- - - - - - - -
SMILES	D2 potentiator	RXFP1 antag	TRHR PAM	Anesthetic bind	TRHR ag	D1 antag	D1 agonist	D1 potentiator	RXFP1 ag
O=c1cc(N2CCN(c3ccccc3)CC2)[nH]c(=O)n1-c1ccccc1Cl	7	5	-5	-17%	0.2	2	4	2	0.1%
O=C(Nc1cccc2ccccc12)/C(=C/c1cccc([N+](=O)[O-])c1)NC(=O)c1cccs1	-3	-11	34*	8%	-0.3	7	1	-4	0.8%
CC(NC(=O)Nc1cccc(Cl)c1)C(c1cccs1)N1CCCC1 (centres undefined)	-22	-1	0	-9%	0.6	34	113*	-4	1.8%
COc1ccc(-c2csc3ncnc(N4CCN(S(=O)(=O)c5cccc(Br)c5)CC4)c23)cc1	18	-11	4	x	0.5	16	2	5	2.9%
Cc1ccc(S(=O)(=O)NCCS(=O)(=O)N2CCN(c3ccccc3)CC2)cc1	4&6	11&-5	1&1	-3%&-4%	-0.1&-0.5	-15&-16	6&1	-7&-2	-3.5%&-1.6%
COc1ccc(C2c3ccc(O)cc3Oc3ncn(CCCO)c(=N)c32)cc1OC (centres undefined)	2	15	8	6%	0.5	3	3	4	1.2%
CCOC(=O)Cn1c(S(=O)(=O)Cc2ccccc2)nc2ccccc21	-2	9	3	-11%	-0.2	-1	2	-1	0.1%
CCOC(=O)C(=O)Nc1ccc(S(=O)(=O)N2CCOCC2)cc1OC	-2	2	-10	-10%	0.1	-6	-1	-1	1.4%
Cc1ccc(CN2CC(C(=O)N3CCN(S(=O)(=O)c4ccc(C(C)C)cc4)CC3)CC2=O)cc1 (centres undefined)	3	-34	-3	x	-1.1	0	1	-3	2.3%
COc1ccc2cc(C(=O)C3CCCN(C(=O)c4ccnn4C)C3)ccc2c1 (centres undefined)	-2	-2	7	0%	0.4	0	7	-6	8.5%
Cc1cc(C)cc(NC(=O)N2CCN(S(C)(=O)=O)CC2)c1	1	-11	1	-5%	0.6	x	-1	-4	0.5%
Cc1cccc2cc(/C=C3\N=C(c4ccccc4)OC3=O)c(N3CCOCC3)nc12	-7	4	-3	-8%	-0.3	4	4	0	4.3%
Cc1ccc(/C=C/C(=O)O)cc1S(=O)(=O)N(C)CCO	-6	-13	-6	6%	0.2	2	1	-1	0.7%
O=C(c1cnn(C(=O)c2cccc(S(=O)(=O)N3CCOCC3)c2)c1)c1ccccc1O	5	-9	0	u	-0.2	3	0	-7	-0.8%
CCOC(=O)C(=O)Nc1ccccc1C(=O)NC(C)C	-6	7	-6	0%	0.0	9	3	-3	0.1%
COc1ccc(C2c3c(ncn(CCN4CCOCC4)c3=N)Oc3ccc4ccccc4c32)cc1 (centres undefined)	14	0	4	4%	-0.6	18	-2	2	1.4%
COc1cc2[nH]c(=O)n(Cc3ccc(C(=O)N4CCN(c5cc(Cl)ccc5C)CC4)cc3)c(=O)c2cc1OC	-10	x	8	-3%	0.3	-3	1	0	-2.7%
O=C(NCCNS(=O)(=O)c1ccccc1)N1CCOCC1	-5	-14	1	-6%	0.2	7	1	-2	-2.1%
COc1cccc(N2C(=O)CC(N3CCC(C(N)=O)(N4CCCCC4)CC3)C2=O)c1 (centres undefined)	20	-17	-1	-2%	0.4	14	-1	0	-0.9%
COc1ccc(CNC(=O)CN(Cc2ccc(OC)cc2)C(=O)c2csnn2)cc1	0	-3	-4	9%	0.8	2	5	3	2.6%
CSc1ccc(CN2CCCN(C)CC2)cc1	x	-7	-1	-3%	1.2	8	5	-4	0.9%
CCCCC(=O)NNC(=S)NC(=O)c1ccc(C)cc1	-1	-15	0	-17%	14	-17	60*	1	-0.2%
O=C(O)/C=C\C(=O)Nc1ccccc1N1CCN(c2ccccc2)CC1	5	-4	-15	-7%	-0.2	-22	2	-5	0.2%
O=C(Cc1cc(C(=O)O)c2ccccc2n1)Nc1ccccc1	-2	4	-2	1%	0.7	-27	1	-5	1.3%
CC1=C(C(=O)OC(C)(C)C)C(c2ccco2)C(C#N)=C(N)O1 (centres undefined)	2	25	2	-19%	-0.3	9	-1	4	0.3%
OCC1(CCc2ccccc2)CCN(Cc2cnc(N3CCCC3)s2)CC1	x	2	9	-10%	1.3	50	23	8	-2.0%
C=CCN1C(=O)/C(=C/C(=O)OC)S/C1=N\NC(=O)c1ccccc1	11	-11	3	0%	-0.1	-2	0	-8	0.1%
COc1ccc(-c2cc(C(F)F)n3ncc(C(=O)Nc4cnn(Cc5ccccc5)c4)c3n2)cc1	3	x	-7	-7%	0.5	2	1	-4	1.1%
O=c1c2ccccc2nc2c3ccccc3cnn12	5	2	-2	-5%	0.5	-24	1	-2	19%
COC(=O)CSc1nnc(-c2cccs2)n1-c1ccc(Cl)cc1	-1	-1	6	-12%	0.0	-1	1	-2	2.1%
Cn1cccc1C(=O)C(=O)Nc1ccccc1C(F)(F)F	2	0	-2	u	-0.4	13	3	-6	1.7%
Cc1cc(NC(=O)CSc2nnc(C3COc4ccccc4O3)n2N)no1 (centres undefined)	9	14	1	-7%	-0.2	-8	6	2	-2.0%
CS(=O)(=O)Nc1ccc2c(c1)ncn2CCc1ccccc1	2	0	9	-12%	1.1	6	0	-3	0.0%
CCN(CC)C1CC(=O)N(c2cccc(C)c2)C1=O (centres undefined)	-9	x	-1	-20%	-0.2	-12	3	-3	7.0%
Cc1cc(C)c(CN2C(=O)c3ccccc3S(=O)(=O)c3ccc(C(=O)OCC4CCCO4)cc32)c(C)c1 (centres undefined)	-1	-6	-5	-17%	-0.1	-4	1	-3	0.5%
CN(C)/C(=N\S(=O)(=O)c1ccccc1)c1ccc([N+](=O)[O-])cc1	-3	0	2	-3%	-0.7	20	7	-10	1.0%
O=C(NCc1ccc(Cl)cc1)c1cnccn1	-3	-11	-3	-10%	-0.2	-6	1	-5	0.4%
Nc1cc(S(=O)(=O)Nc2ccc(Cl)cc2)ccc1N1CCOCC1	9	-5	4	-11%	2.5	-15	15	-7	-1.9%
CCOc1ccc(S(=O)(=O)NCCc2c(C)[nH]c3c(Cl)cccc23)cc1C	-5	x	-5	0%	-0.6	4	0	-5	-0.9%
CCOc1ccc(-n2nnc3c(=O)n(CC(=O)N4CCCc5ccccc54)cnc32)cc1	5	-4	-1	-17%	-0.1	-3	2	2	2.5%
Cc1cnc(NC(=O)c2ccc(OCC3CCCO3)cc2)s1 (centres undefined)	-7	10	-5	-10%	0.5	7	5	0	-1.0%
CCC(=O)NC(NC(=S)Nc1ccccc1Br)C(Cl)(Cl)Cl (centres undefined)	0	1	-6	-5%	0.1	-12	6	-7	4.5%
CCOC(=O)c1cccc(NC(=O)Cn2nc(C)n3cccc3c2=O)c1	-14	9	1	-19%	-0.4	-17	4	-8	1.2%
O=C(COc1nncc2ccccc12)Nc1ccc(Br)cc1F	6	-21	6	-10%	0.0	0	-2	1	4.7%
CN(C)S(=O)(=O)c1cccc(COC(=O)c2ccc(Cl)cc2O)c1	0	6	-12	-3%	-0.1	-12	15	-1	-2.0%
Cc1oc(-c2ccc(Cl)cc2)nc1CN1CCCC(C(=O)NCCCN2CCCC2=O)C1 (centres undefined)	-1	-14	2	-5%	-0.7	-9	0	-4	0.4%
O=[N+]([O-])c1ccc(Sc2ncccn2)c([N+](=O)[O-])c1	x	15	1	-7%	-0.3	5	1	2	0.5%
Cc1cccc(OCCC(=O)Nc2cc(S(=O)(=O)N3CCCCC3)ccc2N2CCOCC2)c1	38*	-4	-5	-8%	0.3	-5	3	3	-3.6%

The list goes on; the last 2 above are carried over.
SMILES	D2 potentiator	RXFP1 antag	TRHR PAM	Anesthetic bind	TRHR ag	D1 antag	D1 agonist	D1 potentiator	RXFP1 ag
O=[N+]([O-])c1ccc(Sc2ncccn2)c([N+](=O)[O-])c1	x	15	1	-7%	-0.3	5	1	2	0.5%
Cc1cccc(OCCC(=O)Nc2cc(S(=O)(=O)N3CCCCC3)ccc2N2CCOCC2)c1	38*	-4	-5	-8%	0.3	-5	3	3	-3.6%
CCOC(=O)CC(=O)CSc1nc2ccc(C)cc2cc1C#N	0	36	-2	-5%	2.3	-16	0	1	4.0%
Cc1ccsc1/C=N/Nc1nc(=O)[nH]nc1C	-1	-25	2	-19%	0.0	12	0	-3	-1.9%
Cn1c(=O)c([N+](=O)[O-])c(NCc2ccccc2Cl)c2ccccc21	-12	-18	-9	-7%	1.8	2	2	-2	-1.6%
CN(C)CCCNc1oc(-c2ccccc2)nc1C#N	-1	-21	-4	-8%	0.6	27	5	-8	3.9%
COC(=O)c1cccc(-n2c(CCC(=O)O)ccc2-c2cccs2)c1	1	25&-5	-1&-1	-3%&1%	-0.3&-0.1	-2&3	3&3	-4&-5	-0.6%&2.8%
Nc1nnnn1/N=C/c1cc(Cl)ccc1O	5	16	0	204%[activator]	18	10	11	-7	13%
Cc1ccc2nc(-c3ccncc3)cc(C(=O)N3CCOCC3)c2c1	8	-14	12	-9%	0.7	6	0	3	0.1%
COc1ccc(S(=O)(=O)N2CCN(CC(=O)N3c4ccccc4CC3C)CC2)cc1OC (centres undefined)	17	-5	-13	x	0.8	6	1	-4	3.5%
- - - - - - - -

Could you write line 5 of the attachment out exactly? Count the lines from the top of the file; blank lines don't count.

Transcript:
COc1ccc(-c2csc3ncnc(N4CCN(S(=O)(=O)c5cccc(Br)c5)CC4)c23)cc1	18	-11	4	x	0.5	16	2	5	2.9%